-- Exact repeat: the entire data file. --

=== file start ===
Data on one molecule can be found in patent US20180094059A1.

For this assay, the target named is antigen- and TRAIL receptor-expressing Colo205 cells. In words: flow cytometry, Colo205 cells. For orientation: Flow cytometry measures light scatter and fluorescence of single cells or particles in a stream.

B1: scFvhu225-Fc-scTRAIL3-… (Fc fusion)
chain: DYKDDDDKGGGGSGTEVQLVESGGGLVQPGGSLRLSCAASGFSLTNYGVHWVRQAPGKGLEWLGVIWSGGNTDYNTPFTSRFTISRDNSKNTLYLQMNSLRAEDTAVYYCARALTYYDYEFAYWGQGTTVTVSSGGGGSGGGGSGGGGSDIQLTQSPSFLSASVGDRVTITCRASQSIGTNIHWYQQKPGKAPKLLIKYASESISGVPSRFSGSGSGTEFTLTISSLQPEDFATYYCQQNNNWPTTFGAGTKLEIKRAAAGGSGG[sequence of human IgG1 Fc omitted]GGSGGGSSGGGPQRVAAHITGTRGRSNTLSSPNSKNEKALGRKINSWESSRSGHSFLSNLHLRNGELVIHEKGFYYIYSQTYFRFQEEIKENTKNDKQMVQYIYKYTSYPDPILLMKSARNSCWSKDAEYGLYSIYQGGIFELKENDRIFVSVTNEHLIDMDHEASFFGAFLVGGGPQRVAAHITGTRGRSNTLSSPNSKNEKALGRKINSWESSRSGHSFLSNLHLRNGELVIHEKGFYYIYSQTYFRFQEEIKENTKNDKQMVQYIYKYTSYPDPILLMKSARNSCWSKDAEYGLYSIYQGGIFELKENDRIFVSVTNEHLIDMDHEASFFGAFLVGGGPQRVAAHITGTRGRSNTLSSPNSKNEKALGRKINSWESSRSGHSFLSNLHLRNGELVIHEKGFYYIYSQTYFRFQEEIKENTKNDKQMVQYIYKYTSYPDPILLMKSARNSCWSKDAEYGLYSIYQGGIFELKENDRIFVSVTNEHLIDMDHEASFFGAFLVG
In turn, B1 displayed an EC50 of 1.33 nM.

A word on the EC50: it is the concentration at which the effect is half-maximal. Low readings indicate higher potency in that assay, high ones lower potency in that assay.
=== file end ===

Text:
Data on one molecule can be found in patent US20180094059A1.

For this assay, the target named is antigen- and TRAIL receptor-expressing Colo205 cells. In words: flow cytometry, Colo205 cells. For orientation: Flow cytometry measures light scatter and fluorescence of single cells or particles in a stream.

B1: scFvhu225-Fc-scTRAIL3-… (Fc fusion)
chain: DYKDDDDKGGGGSGTEVQLVESGGGLVQPGGSLRLSCAASGFSLTNYGVHWVRQAPGKGLEWLGVIWSGGNTDYNTPFTSRFTISRDNSKNTLYLQMNSLRAEDTAVYYCARALTYYDYEFAYWGQGTTVTVSSGGGGSGGGGSGGGGSDIQLTQSPSFLSASVGDRVTITCRASQSIGTNIHWYQQKPGKAPKLLIKYASESISGVPSRFSGSGSGTEFTLTISSLQPEDFATYYCQQNNNWPTTFGAGTKLEIKRAAAGGSGG[sequence of human IgG1 Fc omitted]GGSGGGSSGGGPQRVAAHITGTRGRSNTLSSPNSKNEKALGRKINSWESSRSGHSFLSNLHLRNGELVIHEKGFYYIYSQTYFRFQEEIKENTKNDKQMVQYIYKYTSYPDPILLMKSARNSCWSKDAEYGLYSIYQGGIFELKENDRIFVSVTNEHLIDMDHEASFFGAFLVGGGPQRVAAHITGTRGRSNTLSSPNSKNEKALGRKINSWESSRSGHSFLSNLHLRNGELVIHEKGFYYIYSQTYFRFQEEIKENTKNDKQMVQYIYKYTSYPDPILLMKSARNSCWSKDAEYGLYSIYQGGIFELKENDRIFVSVTNEHLIDMDHEASFFGAFLVGGGPQRVAAHITGTRGRSNTLSSPNSKNEKALGRKINSWESSRSGHSFLSNLHLRNGELVIHEKGFYYIYSQTYFRFQEEIKENTKNDKQMVQYIYKYTSYPDPILLMKSARNSCWSKDAEYGLYSIYQGGIFELKENDRIFVSVTNEHLIDMDHEASFFGAFLVG
In turn, B1 displayed an EC50 of 1.33 nM.

A word on the EC50: it is the concentration at which the effect is half-maximal. Low readings indicate higher potency in that assay, high ones lower potency in that assay.